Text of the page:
When my wife and I moved to Texas in the early 1980's, the Houston Ballet's performances were a refreshing antidote to the Southwest's unrelenting commercialism and fixation with football and barbecue. Under Ben Stevenson's lively direction, this troupe of superb athletes pushed the bounds of gravity with grace and verve. Among the foremost in their number was a supple young oriental dancer who was obviously feeling his way toward familiarity with American culture, but always showed uncommon spirit, sensitivity, and vitality in his approach to movement. This was Li Cunxin (pronounced Shwin-Sin). He became our favorite male dancer, and his photos are on our walls today.
This marvelous autobiography by Mr. Li opened our eyes to the unimaginable gulf he had to leap in order to appear before us. When he was plucked from among millions of other peasant children to attend Beijing Dance Academy, the train ride to Beijing was his first. His meals at the Academy were the first time he'd ever had enough to eat. His untrained tendons and muscles were ruptured repeatedly by the contortions he was forced into. Beijing's approval for him to leave China on scholarship to Houston Ballet Academy was China's first such concession to an artist in almost forty years. The first time he ever felt air-conditioning was on the plane to America. His first automobile ride was from the Houston airport to Ben Stevenson's house. And so on - the simple dance outfit purchased for him upon his arrival cost the equivalent of two years of his father's salary in China.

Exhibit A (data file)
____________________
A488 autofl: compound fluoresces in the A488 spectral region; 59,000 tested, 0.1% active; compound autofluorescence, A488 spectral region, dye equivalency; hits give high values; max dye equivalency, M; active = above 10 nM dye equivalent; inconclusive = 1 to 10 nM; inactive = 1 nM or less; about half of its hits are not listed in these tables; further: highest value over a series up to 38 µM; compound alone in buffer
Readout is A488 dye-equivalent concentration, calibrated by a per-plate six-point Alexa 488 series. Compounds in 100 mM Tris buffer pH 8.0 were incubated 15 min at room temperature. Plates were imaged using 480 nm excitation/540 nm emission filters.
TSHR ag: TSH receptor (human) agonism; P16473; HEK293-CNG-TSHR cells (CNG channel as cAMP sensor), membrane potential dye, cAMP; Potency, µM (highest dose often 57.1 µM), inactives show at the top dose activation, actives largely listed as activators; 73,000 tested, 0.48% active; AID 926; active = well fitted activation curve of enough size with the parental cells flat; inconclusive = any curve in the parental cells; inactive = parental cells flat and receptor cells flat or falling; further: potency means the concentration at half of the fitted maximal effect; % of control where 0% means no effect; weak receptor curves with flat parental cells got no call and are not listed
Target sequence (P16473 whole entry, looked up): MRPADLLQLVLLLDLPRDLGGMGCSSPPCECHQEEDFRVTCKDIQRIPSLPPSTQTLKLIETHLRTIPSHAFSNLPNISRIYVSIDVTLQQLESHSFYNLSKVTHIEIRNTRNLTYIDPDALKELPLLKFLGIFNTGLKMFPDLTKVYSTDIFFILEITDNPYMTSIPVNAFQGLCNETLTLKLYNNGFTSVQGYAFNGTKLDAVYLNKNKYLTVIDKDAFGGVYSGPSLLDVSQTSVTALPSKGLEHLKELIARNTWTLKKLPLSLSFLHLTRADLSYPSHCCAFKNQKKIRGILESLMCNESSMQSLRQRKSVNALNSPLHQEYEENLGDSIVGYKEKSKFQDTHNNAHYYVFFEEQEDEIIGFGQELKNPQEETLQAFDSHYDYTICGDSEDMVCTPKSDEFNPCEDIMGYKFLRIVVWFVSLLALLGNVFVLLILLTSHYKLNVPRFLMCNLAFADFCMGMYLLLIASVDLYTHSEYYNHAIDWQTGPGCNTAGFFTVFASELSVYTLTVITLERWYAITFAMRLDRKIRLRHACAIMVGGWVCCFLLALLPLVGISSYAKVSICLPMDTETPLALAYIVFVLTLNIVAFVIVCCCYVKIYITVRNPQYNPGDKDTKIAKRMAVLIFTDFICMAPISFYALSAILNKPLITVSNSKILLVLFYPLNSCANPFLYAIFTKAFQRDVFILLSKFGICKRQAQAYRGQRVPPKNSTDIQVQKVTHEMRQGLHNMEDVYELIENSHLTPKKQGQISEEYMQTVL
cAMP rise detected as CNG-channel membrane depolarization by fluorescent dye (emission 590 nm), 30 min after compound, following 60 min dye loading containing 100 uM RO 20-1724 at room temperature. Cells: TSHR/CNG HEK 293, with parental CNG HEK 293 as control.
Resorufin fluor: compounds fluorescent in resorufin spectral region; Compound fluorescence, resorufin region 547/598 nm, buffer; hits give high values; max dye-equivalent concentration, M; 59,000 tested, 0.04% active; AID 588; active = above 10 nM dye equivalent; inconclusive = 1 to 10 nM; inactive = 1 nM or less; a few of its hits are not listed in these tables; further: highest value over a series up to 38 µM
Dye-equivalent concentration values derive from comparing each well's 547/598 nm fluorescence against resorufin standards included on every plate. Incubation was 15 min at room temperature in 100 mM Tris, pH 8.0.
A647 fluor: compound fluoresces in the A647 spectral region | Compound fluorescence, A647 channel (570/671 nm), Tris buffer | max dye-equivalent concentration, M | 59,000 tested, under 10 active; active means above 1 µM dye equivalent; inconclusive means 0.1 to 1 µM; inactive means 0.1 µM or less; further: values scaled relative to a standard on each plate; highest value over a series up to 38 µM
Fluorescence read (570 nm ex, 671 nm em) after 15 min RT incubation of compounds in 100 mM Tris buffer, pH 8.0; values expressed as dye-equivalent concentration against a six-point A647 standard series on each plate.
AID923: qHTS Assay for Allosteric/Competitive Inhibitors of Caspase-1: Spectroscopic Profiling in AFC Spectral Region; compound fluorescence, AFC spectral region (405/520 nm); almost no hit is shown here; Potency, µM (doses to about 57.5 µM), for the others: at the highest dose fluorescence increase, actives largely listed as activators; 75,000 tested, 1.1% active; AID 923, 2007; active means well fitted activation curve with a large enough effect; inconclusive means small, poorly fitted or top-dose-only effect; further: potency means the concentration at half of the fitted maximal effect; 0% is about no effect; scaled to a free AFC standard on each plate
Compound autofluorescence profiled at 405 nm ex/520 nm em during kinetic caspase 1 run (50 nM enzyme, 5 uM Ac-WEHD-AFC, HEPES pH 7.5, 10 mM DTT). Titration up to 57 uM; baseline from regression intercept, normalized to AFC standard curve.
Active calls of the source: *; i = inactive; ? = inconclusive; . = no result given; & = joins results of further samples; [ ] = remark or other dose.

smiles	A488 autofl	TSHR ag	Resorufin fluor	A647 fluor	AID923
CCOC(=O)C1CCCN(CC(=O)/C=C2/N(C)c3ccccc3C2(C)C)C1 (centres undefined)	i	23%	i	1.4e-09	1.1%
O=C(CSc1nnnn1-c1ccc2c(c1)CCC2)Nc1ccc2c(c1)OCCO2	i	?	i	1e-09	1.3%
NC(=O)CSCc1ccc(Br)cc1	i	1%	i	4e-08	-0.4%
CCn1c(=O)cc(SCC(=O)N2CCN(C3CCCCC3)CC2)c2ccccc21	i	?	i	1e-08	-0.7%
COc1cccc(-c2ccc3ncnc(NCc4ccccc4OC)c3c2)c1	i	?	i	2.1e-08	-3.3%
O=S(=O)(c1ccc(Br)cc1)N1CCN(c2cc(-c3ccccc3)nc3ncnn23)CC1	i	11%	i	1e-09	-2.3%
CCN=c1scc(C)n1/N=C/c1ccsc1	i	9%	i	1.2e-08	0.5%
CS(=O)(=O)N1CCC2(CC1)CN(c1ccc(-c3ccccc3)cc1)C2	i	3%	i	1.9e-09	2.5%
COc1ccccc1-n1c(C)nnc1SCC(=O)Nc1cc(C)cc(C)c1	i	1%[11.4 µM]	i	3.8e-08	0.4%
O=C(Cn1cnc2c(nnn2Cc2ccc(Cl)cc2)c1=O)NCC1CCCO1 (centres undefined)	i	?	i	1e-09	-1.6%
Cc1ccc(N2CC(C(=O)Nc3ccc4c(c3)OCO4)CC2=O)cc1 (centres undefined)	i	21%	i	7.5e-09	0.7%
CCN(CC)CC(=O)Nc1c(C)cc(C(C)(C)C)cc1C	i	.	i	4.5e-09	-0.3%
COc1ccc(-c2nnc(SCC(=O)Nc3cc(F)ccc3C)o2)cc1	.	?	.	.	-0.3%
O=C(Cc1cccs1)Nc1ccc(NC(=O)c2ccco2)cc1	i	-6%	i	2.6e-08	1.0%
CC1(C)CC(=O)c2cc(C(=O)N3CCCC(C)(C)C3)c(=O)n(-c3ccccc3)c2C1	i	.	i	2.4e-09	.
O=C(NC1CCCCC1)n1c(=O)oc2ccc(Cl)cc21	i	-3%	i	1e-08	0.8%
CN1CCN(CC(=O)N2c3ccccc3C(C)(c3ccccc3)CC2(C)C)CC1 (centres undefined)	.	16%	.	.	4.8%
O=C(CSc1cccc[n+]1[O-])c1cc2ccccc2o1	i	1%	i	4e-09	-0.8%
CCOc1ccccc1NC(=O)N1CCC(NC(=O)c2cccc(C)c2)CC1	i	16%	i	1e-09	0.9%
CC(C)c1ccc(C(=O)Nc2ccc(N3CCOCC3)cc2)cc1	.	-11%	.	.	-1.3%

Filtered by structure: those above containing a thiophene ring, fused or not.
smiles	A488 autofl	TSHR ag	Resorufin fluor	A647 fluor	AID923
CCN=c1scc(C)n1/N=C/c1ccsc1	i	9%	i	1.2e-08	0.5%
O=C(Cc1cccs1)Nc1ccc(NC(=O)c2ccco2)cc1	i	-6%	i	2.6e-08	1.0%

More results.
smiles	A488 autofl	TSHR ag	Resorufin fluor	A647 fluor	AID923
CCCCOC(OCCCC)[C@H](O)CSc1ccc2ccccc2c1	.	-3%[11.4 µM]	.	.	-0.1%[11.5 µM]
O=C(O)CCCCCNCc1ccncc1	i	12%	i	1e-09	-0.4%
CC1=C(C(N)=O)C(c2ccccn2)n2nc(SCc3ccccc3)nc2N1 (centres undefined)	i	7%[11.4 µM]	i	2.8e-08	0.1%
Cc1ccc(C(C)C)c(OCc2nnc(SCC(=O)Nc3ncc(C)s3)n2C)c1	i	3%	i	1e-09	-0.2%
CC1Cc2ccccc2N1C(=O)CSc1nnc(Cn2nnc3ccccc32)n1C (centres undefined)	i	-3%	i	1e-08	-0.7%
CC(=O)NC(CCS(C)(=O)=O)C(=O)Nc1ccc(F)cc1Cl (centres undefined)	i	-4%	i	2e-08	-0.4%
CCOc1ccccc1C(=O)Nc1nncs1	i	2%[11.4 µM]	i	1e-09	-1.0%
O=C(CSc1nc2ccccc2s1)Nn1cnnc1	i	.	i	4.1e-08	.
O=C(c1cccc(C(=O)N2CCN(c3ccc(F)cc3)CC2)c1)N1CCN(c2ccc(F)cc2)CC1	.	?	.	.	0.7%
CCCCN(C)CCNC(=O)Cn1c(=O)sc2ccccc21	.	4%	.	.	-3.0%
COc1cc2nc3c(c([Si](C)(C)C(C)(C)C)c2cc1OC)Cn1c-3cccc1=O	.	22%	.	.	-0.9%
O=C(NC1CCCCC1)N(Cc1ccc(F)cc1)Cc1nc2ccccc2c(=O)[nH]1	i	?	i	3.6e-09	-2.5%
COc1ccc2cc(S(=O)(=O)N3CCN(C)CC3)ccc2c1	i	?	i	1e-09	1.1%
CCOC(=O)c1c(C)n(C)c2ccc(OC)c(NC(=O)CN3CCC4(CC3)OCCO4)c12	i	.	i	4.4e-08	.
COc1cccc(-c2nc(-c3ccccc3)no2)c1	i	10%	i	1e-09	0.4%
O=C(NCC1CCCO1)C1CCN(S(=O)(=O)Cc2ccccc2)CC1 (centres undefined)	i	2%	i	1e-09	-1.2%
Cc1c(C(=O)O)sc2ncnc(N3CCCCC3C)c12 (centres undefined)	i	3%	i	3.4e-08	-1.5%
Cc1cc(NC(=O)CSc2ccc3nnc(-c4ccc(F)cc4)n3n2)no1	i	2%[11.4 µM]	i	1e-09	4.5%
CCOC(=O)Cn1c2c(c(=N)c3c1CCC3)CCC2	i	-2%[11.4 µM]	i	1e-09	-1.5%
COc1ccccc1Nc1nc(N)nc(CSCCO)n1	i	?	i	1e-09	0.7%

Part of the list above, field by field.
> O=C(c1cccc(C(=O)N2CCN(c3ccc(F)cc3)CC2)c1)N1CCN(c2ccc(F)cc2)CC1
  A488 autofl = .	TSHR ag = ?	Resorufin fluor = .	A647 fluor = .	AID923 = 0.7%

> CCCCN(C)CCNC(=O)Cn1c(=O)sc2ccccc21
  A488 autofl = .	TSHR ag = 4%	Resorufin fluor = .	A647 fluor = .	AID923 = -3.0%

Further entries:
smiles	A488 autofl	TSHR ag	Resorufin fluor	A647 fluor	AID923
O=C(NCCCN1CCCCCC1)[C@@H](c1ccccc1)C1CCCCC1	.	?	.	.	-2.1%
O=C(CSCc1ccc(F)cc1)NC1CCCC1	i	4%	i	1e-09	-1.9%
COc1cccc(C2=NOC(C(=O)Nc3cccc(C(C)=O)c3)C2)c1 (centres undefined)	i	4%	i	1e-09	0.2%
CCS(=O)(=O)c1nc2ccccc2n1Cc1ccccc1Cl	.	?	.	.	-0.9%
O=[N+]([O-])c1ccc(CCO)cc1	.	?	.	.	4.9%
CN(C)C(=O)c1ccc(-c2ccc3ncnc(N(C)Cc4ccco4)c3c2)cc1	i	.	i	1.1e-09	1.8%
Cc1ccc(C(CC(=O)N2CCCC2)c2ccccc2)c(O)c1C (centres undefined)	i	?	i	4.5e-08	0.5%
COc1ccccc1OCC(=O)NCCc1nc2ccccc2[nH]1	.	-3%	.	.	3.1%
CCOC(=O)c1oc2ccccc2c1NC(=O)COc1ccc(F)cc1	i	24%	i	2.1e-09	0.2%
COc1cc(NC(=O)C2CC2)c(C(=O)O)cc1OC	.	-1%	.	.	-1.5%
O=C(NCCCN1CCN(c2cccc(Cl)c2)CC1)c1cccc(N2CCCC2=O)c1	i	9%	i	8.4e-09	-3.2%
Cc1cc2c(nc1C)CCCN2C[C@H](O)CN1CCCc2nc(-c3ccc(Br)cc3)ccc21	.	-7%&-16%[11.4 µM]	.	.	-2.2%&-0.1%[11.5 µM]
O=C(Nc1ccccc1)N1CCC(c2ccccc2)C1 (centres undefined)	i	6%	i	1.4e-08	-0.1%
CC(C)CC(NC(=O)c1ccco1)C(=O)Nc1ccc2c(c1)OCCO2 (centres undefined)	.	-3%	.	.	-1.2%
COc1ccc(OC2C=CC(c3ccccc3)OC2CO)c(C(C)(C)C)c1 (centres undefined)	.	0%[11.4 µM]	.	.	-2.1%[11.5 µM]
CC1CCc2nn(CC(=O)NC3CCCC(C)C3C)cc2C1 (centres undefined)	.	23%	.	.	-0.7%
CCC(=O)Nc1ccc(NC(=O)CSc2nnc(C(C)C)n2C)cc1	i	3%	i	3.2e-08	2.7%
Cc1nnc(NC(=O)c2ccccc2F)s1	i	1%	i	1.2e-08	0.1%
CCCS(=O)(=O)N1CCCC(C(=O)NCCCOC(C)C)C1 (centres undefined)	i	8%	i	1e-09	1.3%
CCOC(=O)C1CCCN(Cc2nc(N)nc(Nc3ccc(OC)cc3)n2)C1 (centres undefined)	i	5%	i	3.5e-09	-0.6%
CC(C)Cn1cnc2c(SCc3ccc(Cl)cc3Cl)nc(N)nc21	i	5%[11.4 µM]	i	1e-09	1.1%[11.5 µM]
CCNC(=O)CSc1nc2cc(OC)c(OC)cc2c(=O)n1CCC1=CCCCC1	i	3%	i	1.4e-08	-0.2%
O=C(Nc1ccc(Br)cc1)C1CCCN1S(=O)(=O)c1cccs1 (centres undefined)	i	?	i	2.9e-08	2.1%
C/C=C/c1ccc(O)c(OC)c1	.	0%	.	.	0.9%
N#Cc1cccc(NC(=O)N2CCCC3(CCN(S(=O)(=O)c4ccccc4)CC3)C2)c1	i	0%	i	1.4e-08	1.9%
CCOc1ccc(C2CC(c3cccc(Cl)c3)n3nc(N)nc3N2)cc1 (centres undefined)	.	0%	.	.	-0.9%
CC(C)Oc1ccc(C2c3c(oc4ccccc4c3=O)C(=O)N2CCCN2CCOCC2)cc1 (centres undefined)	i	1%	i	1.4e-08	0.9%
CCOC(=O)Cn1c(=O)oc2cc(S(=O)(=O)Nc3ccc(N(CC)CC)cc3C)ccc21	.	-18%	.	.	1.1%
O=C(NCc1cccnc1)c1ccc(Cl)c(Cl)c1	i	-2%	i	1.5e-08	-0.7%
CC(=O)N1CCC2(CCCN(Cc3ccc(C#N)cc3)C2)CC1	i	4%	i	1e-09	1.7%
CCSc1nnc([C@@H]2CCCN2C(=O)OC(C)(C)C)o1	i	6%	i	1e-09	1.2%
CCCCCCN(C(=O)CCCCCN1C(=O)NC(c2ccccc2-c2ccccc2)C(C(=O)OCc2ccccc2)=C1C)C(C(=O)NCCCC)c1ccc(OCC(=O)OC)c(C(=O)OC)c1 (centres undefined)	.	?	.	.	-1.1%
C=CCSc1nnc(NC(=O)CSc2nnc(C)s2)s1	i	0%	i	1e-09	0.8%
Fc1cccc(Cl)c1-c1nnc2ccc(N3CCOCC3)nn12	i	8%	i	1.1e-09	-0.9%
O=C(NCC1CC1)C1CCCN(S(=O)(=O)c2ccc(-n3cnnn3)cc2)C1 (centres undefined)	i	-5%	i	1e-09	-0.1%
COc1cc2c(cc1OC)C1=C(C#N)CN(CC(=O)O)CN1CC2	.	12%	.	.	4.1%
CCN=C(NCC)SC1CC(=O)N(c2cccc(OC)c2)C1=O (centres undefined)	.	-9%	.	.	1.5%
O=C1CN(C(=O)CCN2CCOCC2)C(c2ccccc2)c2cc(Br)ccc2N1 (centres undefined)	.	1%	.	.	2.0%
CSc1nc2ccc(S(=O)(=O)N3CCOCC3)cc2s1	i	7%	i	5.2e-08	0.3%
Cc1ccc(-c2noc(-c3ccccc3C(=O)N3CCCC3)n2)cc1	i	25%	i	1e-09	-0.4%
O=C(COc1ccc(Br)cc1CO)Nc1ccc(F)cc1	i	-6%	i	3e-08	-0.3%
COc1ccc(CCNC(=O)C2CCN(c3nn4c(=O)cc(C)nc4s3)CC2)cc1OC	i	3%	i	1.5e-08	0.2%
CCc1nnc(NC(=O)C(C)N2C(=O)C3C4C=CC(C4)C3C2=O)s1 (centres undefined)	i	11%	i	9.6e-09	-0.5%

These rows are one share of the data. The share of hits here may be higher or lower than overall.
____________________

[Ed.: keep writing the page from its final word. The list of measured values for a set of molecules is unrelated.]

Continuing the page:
The book contains hundreds of poignant reminders of the risks Mr. Li took in breaking the bounds of his peasant heritage and infuriating both the Chinese government and his American friends when he defected.
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5.0 out of 5 stars Against All Odds April 12 2004
By A Customer
I agree with the other reviewer-this was a most addictive read! I saved it for vacation and was so happy I did-I simply could not put it down. One of my all time best books.